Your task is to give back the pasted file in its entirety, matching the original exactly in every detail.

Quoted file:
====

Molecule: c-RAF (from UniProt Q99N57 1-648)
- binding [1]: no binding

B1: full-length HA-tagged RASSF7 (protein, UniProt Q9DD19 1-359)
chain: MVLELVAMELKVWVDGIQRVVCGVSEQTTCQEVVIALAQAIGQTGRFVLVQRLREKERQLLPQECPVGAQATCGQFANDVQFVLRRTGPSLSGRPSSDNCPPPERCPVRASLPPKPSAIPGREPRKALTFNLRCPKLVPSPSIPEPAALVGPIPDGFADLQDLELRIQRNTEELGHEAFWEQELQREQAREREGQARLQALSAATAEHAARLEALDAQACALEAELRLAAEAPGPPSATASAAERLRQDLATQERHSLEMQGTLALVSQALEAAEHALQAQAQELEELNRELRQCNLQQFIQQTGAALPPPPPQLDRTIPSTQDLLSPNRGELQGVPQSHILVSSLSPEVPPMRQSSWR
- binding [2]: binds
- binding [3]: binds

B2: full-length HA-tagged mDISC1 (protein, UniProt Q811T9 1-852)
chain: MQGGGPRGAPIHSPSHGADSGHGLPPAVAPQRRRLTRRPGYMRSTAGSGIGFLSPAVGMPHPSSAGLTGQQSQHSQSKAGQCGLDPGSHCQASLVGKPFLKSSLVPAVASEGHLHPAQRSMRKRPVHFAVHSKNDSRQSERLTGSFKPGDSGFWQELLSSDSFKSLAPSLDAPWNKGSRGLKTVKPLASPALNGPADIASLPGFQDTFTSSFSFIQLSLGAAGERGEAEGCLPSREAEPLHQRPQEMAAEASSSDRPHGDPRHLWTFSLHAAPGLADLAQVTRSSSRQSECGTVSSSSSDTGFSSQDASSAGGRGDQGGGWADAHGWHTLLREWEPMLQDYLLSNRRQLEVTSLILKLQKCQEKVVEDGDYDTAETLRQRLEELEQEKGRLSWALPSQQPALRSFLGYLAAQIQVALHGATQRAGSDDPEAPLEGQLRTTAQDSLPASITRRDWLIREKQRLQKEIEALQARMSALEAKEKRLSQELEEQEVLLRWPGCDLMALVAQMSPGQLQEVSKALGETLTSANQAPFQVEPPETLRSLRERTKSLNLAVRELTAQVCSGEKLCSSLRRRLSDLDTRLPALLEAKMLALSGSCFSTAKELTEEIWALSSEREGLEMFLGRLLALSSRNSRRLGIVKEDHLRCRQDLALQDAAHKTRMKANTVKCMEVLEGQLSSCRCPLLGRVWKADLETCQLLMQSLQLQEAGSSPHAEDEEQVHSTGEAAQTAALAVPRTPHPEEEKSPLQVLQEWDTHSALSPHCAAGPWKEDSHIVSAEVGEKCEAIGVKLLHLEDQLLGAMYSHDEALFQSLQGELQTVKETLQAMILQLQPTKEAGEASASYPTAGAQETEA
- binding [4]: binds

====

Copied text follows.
Molecule: c-RAF (from UniProt Q99N57 1-648)
- binding [1]: no binding

B1: full-length HA-tagged RASSF7 (protein, UniProt Q9DD19 1-359)
chain: MVLELVAMELKVWVDGIQRVVCGVSEQTTCQEVVIALAQAIGQTGRFVLVQRLREKERQLLPQECPVGAQATCGQFANDVQFVLRRTGPSLSGRPSSDNCPPPERCPVRASLPPKPSAIPGREPRKALTFNLRCPKLVPSPSIPEPAALVGPIPDGFADLQDLELRIQRNTEELGHEAFWEQELQREQAREREGQARLQALSAATAEHAARLEALDAQACALEAELRLAAEAPGPPSATASAAERLRQDLATQERHSLEMQGTLALVSQALEAAEHALQAQAQELEELNRELRQCNLQQFIQQTGAALPPPPPQLDRTIPSTQDLLSPNRGELQGVPQSHILVSSLSPEVPPMRQSSWR
- binding [2]: binds
- binding [3]: binds

B2: full-length HA-tagged mDISC1 (protein, UniProt Q811T9 1-852)
chain: MQGGGPRGAPIHSPSHGADSGHGLPPAVAPQRRRLTRRPGYMRSTAGSGIGFLSPAVGMPHPSSAGLTGQQSQHSQSKAGQCGLDPGSHCQASLVGKPFLKSSLVPAVASEGHLHPAQRSMRKRPVHFAVHSKNDSRQSERLTGSFKPGDSGFWQELLSSDSFKSLAPSLDAPWNKGSRGLKTVKPLASPALNGPADIASLPGFQDTFTSSFSFIQLSLGAAGERGEAEGCLPSREAEPLHQRPQEMAAEASSSDRPHGDPRHLWTFSLHAAPGLADLAQVTRSSSRQSECGTVSSSSSDTGFSSQDASSAGGRGDQGGGWADAHGWHTLLREWEPMLQDYLLSNRRQLEVTSLILKLQKCQEKVVEDGDYDTAETLRQRLEELEQEKGRLSWALPSQQPALRSFLGYLAAQIQVALHGATQRAGSDDPEAPLEGQLRTTAQDSLPASITRRDWLIREKQRLQKEIEALQARMSALEAKEKRLSQELEEQEVLLRWPGCDLMALVAQMSPGQLQEVSKALGETLTSANQAPFQVEPPETLRSLRERTKSLNLAVRELTAQVCSGEKLCSSLRRRLSDLDTRLPALLEAKMLALSGSCFSTAKELTEEIWALSSEREGLEMFLGRLLALSSRNSRRLGIVKEDHLRCRQDLALQDAAHKTRMKANTVKCMEVLEGQLSSCRCPLLGRVWKADLETCQLLMQSLQLQEAGSSPHAEDEEQVHSTGEAAQTAALAVPRTPHPEEEKSPLQVLQEWDTHSALSPHCAAGPWKEDSHIVSAEVGEKCEAIGVKLLHLEDQLLGAMYSHDEALFQSLQGELQTVKETLQAMILQLQPTKEAGEASASYPTAGAQETEA
- binding [4]: binds